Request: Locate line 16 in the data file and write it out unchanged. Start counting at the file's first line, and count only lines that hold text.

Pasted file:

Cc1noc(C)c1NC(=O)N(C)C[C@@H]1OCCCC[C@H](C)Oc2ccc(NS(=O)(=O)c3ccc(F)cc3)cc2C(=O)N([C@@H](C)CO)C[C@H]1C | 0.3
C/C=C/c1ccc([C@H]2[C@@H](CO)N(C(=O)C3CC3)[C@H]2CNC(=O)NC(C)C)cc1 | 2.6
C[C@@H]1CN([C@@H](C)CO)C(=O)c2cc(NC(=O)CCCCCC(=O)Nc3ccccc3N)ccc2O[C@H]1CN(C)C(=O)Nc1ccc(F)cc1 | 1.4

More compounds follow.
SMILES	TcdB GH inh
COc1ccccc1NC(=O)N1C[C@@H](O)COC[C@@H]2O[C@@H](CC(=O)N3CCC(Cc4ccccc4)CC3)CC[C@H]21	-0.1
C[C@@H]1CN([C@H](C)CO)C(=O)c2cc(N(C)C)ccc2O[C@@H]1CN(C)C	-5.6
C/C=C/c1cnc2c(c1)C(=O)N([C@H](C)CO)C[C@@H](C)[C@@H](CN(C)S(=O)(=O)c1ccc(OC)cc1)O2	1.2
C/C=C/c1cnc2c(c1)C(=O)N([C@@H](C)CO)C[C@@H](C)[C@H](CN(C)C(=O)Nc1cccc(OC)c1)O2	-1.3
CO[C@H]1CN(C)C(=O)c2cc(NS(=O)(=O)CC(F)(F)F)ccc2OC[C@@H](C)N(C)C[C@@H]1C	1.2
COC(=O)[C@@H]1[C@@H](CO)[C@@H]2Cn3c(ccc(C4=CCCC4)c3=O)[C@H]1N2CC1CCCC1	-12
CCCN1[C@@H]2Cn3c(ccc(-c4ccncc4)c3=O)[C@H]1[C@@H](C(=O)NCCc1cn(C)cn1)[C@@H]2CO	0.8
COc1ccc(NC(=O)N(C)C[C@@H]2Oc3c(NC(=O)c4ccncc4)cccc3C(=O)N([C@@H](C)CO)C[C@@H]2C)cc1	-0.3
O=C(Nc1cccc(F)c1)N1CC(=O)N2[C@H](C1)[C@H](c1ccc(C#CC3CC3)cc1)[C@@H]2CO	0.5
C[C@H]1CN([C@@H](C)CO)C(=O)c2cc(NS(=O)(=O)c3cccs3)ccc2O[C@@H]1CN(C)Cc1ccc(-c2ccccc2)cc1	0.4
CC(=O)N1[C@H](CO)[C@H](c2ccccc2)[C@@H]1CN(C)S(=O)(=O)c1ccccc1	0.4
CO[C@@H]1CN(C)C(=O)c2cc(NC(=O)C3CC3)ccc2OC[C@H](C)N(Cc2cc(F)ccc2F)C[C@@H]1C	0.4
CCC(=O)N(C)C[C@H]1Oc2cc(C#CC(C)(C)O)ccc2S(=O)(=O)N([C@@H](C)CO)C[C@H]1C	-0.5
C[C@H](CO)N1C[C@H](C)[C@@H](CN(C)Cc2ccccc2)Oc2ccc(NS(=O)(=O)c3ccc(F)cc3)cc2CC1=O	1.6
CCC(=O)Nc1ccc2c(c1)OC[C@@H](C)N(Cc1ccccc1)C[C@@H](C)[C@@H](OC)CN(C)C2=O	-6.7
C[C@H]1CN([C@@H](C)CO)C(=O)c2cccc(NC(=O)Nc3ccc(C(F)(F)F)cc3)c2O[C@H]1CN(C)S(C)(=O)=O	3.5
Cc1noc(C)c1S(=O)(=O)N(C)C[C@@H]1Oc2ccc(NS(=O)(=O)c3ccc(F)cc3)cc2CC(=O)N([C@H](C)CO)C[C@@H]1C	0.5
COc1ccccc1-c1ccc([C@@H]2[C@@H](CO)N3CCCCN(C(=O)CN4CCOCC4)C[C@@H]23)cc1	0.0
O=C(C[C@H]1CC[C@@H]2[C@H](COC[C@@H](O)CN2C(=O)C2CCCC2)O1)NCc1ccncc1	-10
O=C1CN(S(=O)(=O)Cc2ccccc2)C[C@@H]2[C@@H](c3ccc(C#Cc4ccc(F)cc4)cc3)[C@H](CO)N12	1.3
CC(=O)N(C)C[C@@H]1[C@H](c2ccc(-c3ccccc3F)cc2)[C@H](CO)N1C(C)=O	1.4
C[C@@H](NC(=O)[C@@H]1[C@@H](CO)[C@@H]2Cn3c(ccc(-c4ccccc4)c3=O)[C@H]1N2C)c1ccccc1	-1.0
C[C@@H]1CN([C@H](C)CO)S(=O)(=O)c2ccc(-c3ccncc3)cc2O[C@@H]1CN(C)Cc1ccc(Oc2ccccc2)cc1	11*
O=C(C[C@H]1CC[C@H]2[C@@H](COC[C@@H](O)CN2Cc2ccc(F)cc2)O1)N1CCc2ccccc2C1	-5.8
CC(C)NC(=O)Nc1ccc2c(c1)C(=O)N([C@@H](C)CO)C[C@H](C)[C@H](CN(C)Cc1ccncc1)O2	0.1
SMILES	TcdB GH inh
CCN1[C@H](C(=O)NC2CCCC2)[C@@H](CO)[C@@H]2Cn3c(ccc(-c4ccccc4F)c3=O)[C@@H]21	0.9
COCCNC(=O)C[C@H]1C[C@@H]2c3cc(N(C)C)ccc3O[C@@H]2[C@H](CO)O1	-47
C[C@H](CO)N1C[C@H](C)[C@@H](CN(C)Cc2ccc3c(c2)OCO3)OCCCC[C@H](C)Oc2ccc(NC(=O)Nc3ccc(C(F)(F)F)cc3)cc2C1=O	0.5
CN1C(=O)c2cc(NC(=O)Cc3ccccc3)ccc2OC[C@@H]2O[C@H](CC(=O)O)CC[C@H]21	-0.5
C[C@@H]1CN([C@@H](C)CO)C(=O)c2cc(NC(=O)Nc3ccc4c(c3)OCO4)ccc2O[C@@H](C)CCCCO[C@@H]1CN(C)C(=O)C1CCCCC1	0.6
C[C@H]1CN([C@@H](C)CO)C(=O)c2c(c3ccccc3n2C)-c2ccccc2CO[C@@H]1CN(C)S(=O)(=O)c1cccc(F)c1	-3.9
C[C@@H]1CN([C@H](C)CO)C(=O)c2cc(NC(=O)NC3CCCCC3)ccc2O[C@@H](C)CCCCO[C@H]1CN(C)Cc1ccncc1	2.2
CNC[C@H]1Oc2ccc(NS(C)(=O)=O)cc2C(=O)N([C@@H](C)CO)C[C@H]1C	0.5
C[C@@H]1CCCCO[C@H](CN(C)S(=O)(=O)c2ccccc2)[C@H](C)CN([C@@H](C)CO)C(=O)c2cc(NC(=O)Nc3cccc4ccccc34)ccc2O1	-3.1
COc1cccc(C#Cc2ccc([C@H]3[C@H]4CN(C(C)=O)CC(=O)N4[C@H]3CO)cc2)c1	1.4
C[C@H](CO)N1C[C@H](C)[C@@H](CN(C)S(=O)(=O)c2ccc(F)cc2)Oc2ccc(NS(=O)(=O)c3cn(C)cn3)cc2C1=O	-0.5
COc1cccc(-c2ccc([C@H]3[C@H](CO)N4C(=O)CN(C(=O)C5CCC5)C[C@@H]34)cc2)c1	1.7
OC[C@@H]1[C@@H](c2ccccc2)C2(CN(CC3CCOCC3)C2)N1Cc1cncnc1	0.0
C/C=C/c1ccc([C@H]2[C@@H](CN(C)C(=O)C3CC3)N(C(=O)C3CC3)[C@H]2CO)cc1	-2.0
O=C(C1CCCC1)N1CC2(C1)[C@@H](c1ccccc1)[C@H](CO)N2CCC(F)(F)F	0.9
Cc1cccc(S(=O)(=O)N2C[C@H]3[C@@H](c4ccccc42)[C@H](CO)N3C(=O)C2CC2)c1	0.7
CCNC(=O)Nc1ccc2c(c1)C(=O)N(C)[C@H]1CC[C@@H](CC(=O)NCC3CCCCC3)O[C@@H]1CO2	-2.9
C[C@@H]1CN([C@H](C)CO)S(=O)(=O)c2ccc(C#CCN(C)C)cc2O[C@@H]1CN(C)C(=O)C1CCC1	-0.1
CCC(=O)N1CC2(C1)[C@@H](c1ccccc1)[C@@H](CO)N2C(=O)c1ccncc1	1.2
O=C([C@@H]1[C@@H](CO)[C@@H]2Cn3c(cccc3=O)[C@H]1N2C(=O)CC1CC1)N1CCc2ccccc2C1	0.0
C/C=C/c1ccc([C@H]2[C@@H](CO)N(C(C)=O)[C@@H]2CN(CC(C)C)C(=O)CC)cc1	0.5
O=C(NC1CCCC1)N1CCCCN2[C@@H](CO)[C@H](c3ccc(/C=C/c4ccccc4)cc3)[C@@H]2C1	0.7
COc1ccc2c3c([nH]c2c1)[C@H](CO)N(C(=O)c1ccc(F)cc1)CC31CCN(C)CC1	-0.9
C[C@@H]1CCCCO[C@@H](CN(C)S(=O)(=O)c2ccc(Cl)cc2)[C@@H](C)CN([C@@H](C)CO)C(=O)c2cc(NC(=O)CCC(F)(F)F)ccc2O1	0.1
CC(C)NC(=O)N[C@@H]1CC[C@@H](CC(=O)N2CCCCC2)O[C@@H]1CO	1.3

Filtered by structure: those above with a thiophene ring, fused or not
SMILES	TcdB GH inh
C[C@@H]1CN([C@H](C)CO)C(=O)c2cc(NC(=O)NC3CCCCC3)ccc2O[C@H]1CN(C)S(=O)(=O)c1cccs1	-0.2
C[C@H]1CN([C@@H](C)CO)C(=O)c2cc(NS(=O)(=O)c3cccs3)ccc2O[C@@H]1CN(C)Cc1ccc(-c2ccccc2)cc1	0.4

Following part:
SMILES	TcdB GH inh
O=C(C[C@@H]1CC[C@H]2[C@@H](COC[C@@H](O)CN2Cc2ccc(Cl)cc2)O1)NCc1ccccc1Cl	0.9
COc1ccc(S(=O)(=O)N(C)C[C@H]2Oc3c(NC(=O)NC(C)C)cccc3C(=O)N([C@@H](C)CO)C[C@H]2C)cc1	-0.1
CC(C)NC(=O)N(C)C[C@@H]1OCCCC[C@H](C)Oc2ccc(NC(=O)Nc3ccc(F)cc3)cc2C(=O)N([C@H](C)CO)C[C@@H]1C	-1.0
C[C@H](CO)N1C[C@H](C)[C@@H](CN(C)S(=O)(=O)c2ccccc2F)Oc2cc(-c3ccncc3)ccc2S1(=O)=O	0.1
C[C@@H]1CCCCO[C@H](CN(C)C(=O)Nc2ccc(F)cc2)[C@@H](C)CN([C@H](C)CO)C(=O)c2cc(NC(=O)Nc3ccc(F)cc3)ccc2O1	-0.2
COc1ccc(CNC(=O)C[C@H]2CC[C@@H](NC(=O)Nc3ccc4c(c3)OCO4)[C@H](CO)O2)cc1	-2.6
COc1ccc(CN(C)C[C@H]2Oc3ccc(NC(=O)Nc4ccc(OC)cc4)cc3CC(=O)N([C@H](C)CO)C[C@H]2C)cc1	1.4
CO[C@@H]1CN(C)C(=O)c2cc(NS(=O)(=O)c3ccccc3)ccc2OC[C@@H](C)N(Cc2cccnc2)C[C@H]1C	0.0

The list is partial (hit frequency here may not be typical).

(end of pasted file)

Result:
CC(=O)N1[C@H](CO)[C@H](c2ccccc2)[C@@H]1CN(C)S(=O)(=O)c1ccccc1	0.4